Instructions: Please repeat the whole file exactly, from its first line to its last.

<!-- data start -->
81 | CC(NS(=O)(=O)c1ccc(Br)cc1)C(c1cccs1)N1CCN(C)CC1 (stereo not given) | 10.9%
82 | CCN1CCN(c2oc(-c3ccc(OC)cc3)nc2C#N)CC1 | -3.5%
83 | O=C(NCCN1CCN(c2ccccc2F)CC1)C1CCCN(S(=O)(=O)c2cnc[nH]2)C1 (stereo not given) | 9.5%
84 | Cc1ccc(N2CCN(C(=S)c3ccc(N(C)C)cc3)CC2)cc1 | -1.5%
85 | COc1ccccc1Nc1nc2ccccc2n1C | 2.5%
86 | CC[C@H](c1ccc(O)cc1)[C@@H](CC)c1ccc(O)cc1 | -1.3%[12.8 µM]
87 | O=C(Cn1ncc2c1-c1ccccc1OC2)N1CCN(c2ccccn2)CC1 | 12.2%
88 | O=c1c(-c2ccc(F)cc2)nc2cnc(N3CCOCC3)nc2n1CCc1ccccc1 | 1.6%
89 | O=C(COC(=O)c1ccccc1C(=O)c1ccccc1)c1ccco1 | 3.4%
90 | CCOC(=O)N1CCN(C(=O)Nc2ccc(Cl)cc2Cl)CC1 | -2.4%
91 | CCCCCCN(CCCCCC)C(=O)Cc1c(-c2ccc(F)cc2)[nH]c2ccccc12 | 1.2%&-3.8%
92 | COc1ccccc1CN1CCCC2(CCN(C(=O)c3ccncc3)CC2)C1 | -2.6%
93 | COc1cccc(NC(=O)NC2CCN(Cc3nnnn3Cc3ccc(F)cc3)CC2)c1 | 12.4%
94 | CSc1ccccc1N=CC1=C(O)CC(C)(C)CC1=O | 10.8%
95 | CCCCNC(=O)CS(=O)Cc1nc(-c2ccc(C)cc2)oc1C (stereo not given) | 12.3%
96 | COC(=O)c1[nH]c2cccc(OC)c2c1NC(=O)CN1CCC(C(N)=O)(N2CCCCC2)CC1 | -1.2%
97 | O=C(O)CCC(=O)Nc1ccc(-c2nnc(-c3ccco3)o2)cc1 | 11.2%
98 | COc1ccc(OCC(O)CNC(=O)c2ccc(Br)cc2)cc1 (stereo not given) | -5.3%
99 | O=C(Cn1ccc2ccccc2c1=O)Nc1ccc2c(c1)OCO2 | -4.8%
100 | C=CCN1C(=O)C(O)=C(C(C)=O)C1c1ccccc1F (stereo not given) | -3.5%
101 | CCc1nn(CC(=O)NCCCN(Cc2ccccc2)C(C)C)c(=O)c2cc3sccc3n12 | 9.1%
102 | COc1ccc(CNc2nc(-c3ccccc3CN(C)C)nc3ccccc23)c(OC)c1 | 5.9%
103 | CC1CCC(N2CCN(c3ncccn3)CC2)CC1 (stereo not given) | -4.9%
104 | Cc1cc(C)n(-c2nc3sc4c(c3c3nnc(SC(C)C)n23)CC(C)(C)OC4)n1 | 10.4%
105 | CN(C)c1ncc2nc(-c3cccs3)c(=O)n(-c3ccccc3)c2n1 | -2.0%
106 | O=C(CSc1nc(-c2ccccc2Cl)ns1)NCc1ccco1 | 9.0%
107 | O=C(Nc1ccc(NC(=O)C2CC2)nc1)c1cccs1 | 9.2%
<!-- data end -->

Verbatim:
81 | CC(NS(=O)(=O)c1ccc(Br)cc1)C(c1cccs1)N1CCN(C)CC1 (stereo not given) | 10.9%
82 | CCN1CCN(c2oc(-c3ccc(OC)cc3)nc2C#N)CC1 | -3.5%
83 | O=C(NCCN1CCN(c2ccccc2F)CC1)C1CCCN(S(=O)(=O)c2cnc[nH]2)C1 (stereo not given) | 9.5%
84 | Cc1ccc(N2CCN(C(=S)c3ccc(N(C)C)cc3)CC2)cc1 | -1.5%
85 | COc1ccccc1Nc1nc2ccccc2n1C | 2.5%
86 | CC[C@H](c1ccc(O)cc1)[C@@H](CC)c1ccc(O)cc1 | -1.3%[12.8 µM]
87 | O=C(Cn1ncc2c1-c1ccccc1OC2)N1CCN(c2ccccn2)CC1 | 12.2%
88 | O=c1c(-c2ccc(F)cc2)nc2cnc(N3CCOCC3)nc2n1CCc1ccccc1 | 1.6%
89 | O=C(COC(=O)c1ccccc1C(=O)c1ccccc1)c1ccco1 | 3.4%
90 | CCOC(=O)N1CCN(C(=O)Nc2ccc(Cl)cc2Cl)CC1 | -2.4%
91 | CCCCCCN(CCCCCC)C(=O)Cc1c(-c2ccc(F)cc2)[nH]c2ccccc12 | 1.2%&-3.8%
92 | COc1ccccc1CN1CCCC2(CCN(C(=O)c3ccncc3)CC2)C1 | -2.6%
93 | COc1cccc(NC(=O)NC2CCN(Cc3nnnn3Cc3ccc(F)cc3)CC2)c1 | 12.4%
94 | CSc1ccccc1N=CC1=C(O)CC(C)(C)CC1=O | 10.8%
95 | CCCCNC(=O)CS(=O)Cc1nc(-c2ccc(C)cc2)oc1C (stereo not given) | 12.3%
96 | COC(=O)c1[nH]c2cccc(OC)c2c1NC(=O)CN1CCC(C(N)=O)(N2CCCCC2)CC1 | -1.2%
97 | O=C(O)CCC(=O)Nc1ccc(-c2nnc(-c3ccco3)o2)cc1 | 11.2%
98 | COc1ccc(OCC(O)CNC(=O)c2ccc(Br)cc2)cc1 (stereo not given) | -5.3%
99 | O=C(Cn1ccc2ccccc2c1=O)Nc1ccc2c(c1)OCO2 | -4.8%
100 | C=CCN1C(=O)C(O)=C(C(C)=O)C1c1ccccc1F (stereo not given) | -3.5%
101 | CCc1nn(CC(=O)NCCCN(Cc2ccccc2)C(C)C)c(=O)c2cc3sccc3n12 | 9.1%
102 | COc1ccc(CNc2nc(-c3ccccc3CN(C)C)nc3ccccc23)c(OC)c1 | 5.9%
103 | CC1CCC(N2CCN(c3ncccn3)CC2)CC1 (stereo not given) | -4.9%
104 | Cc1cc(C)n(-c2nc3sc4c(c3c3nnc(SC(C)C)n23)CC(C)(C)OC4)n1 | 10.4%
105 | CN(C)c1ncc2nc(-c3cccs3)c(=O)n(-c3ccccc3)c2n1 | -2.0%
106 | O=C(CSc1nc(-c2ccccc2Cl)ns1)NCc1ccco1 | 9.0%
107 | O=C(Nc1ccc(NC(=O)C2CC2)nc1)c1cccs1 | 9.2%